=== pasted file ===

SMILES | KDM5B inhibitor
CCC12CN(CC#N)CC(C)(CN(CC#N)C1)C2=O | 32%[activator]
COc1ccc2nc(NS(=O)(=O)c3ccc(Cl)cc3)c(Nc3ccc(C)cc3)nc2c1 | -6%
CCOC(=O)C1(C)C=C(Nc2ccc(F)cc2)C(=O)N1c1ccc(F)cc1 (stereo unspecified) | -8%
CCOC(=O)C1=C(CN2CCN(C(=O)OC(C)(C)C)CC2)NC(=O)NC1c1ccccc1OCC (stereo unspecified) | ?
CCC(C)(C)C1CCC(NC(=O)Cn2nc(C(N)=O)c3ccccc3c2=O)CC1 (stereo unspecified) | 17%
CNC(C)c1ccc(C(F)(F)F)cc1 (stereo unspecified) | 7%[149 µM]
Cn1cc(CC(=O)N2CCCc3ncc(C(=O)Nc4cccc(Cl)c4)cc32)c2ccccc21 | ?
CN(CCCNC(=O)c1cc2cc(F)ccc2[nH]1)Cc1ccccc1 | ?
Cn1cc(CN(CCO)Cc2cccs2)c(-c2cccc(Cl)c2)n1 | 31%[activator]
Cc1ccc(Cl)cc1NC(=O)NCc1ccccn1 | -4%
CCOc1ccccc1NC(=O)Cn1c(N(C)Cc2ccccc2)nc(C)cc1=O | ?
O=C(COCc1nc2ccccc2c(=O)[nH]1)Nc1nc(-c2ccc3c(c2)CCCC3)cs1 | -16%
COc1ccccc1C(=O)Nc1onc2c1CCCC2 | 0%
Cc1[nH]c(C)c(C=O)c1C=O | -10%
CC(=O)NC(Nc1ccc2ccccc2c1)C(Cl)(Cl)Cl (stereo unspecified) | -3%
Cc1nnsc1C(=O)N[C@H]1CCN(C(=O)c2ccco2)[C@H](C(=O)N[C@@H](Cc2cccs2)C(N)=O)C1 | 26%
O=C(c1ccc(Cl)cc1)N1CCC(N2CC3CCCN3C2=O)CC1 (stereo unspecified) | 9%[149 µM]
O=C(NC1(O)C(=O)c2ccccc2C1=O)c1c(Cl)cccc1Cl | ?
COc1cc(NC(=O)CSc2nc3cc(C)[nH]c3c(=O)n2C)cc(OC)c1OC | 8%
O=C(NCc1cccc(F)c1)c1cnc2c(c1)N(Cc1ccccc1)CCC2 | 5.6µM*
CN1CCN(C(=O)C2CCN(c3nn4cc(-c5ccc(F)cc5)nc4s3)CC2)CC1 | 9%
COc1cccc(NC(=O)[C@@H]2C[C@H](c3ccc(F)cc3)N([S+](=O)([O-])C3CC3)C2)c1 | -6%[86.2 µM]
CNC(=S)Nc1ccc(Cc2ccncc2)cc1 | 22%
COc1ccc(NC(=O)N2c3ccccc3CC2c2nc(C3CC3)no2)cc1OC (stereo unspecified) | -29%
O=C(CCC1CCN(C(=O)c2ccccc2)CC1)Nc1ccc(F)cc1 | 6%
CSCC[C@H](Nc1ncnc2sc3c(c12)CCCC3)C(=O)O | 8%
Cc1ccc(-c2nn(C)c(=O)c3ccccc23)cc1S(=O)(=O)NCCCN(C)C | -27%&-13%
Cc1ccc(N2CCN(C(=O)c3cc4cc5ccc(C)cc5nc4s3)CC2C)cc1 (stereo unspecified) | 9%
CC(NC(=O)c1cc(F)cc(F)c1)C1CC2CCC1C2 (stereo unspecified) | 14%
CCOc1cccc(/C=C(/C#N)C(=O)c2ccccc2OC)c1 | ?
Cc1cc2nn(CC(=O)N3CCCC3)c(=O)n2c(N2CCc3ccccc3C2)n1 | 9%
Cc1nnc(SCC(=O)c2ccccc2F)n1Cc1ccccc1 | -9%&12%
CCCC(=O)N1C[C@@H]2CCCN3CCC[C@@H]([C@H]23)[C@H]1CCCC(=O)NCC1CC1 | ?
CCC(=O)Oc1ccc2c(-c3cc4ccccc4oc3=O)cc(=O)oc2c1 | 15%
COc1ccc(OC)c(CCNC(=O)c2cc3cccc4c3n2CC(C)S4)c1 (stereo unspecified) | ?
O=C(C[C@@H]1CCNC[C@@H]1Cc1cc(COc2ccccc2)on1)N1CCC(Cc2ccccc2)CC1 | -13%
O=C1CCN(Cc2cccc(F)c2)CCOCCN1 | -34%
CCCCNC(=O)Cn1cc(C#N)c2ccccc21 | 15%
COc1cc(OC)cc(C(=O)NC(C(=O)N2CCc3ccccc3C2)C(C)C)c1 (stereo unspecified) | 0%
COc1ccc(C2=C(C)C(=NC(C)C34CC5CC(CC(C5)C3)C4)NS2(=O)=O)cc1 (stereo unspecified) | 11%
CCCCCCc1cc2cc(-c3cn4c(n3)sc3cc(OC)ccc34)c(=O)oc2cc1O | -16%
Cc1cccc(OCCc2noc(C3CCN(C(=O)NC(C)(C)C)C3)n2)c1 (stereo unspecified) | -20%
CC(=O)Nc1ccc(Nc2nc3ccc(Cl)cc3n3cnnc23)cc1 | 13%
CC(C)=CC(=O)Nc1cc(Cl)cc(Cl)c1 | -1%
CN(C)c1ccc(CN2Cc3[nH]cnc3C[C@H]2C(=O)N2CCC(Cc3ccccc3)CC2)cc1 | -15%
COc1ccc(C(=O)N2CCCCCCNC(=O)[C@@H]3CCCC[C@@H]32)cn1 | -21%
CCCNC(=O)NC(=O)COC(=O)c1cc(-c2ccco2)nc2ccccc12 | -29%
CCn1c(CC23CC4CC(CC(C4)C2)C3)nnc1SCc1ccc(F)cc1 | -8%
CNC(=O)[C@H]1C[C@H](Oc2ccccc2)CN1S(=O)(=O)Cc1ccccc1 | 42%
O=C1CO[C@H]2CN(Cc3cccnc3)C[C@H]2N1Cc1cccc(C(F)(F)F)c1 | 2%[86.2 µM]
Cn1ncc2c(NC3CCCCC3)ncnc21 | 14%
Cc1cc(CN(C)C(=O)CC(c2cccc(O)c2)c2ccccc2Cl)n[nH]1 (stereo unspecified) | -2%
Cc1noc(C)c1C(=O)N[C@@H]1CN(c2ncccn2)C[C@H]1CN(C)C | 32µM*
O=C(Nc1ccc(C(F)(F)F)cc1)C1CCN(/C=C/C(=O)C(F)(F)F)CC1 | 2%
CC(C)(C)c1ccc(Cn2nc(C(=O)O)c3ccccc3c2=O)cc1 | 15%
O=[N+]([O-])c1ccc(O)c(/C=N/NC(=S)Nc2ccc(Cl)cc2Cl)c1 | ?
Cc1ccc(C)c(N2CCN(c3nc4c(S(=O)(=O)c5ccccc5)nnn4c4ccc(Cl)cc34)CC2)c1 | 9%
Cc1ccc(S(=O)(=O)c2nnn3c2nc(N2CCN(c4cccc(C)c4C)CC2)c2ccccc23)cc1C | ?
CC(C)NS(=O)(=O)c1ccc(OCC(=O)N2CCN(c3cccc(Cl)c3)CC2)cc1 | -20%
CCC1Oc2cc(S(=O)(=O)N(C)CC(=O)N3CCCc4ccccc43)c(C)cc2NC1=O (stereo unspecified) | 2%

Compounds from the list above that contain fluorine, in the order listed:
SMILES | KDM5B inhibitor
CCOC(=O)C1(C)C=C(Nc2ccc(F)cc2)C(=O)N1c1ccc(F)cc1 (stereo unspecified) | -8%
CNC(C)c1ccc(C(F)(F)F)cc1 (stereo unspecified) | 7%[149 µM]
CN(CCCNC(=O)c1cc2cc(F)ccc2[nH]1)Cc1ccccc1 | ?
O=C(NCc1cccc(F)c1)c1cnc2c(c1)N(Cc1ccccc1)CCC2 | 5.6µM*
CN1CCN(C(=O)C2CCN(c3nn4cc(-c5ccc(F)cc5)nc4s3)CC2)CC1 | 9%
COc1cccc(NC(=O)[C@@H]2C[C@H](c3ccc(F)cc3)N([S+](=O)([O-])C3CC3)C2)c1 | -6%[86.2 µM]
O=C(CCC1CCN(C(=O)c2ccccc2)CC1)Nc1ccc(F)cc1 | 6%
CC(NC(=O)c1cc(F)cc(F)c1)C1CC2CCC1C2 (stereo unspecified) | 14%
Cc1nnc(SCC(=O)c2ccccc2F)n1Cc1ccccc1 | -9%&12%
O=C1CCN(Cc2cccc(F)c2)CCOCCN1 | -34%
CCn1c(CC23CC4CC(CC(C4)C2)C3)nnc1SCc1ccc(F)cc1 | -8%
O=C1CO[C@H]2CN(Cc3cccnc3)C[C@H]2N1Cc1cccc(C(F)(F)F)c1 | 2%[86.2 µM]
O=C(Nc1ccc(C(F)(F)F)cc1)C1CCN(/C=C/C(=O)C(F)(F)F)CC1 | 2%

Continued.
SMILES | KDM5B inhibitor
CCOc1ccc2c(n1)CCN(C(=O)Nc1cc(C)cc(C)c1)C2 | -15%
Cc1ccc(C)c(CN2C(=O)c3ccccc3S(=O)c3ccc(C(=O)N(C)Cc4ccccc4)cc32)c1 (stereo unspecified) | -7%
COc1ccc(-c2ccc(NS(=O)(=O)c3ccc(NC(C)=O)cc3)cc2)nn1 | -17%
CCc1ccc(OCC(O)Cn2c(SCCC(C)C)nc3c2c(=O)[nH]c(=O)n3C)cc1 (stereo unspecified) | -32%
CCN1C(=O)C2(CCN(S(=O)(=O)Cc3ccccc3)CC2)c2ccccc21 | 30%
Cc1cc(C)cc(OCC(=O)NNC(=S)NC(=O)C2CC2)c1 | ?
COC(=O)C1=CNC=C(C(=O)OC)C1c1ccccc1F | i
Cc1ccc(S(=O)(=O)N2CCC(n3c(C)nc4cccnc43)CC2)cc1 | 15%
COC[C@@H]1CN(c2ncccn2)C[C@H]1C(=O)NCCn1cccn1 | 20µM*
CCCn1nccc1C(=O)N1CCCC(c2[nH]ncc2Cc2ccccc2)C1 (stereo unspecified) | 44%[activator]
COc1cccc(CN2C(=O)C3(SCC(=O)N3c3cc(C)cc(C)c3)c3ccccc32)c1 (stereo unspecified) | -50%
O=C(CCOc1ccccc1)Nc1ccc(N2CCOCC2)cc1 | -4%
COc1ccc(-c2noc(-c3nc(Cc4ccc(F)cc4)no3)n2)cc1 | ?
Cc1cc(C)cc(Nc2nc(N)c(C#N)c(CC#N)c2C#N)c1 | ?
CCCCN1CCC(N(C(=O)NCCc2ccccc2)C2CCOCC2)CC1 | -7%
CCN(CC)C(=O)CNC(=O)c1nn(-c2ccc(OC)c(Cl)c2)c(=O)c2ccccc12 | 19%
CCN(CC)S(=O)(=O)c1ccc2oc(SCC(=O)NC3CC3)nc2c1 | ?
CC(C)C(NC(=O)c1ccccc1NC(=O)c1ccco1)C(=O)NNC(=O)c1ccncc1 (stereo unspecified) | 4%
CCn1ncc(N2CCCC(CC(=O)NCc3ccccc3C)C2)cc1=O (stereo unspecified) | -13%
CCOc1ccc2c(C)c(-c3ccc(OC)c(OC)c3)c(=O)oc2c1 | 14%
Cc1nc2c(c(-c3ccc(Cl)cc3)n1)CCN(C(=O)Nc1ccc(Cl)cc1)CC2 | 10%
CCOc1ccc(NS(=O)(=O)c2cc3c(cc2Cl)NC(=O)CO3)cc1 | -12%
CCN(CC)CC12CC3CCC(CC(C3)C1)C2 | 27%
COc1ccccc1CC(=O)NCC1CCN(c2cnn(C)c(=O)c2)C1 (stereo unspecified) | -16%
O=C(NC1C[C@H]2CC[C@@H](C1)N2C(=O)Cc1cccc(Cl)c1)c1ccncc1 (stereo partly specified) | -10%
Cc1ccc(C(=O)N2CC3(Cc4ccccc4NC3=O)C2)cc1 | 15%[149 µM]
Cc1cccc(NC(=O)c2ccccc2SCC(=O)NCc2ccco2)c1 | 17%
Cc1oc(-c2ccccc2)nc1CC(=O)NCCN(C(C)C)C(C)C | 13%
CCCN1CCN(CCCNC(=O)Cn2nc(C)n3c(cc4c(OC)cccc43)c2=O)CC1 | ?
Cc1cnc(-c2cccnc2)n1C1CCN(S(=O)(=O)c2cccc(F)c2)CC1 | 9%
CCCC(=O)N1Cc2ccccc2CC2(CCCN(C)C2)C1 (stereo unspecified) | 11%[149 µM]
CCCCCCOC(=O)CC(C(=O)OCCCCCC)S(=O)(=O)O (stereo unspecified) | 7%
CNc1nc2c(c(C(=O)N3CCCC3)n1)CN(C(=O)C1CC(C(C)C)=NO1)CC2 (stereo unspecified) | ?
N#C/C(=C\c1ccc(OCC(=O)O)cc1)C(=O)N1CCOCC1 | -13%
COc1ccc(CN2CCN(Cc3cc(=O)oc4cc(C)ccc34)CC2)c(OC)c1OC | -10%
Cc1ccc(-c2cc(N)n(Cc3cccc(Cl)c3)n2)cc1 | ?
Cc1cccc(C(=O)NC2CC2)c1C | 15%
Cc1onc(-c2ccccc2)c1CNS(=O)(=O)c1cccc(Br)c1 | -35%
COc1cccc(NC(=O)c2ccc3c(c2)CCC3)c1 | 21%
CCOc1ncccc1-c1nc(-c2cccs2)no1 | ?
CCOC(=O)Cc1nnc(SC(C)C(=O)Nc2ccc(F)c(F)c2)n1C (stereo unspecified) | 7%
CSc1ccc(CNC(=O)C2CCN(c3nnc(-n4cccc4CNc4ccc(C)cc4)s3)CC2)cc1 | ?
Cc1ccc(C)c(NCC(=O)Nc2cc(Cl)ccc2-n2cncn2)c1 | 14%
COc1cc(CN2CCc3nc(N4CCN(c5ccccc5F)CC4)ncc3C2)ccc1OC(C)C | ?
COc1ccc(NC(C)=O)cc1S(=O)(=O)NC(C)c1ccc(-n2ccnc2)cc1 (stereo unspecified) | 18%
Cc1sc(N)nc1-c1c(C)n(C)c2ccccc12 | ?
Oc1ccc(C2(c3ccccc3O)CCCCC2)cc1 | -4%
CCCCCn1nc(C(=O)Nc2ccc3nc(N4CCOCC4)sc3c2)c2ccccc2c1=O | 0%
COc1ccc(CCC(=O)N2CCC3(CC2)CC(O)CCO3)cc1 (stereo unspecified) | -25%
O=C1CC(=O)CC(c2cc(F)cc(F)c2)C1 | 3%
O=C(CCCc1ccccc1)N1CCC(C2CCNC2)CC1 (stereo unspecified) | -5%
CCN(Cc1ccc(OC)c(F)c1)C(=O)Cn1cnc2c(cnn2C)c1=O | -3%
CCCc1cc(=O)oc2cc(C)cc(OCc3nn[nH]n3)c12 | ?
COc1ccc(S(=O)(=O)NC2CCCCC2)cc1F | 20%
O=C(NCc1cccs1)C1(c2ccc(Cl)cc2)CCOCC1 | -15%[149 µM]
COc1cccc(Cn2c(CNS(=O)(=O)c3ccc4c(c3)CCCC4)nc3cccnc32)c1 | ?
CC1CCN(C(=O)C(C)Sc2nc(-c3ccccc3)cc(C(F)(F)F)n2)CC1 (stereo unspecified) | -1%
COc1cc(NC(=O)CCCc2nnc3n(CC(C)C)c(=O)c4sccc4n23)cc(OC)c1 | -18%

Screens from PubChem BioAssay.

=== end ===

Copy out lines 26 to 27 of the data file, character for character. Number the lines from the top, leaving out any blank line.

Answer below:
O=C(CCC1CCN(C(=O)c2ccccc2)CC1)Nc1ccc(F)cc1 | 6%
CSCC[C@H](Nc1ncnc2sc3c(c12)CCCC3)C(=O)O | 8%